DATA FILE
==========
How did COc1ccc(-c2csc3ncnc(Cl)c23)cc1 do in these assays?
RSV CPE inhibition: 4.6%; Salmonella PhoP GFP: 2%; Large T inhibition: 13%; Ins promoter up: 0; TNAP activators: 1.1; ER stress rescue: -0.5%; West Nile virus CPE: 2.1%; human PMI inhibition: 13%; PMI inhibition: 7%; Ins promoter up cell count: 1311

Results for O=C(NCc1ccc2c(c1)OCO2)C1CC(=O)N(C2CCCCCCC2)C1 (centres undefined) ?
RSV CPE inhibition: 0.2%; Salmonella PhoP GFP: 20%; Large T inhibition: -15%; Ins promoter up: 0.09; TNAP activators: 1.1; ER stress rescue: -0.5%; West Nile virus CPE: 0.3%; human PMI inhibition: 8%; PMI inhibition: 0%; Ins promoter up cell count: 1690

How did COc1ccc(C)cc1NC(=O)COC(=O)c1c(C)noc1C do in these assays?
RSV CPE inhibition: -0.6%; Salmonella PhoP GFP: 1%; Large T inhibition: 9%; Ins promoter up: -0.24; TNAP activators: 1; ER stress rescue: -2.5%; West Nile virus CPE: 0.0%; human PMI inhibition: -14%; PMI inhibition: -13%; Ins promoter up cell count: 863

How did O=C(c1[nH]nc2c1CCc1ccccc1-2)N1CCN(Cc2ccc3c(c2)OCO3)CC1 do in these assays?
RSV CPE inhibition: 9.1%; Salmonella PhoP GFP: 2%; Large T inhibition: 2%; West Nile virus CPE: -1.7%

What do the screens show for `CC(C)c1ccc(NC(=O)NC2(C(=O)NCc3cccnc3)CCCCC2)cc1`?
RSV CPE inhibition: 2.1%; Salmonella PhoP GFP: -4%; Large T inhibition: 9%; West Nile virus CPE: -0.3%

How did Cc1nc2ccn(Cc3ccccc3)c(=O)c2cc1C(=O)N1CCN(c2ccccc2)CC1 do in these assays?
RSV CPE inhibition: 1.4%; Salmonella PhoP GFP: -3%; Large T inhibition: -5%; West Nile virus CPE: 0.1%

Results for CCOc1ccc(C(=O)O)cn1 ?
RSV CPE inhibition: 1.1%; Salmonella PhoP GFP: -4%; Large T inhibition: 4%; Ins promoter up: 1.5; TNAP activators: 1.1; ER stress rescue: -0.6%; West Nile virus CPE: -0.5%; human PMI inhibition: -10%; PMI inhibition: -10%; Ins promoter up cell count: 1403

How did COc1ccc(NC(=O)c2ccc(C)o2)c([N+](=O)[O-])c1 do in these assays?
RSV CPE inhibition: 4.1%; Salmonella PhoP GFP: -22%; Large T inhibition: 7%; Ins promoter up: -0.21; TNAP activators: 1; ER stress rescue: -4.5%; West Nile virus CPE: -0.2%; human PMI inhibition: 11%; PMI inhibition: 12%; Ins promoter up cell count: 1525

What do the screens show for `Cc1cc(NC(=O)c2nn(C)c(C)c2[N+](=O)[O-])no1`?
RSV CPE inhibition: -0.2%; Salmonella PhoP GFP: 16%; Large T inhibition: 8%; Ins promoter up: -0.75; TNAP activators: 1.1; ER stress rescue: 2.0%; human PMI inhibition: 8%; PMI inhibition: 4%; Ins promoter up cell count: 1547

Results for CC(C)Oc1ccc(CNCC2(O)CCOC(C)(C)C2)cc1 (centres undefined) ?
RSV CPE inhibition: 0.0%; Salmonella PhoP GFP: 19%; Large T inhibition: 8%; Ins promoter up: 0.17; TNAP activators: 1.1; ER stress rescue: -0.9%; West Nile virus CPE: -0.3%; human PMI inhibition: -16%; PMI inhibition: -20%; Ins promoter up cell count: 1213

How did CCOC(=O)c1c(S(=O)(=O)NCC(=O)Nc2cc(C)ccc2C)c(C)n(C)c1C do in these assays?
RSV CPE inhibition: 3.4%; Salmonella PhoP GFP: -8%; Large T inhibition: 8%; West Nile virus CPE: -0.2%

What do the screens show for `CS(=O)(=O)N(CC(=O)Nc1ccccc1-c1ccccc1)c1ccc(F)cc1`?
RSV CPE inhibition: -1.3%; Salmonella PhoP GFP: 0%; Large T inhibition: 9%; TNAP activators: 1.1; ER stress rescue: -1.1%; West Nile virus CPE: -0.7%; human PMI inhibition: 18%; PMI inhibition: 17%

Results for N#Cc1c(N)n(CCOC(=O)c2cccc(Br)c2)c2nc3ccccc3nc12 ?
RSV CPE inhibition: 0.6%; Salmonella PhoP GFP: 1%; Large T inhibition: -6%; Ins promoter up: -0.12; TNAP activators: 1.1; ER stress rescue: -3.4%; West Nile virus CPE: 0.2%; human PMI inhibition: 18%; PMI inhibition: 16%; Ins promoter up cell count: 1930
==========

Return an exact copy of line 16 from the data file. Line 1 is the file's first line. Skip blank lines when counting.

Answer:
RSV CPE inhibition: 4.1%; Salmonella PhoP GFP: -22%; Large T inhibition: 7%; Ins promoter up: -0.21; TNAP activators: 1; ER stress rescue: -4.5%; West Nile virus CPE: -0.2%; human PMI inhibition: 11%; PMI inhibition: 12%; Ins promoter up cell count: 1525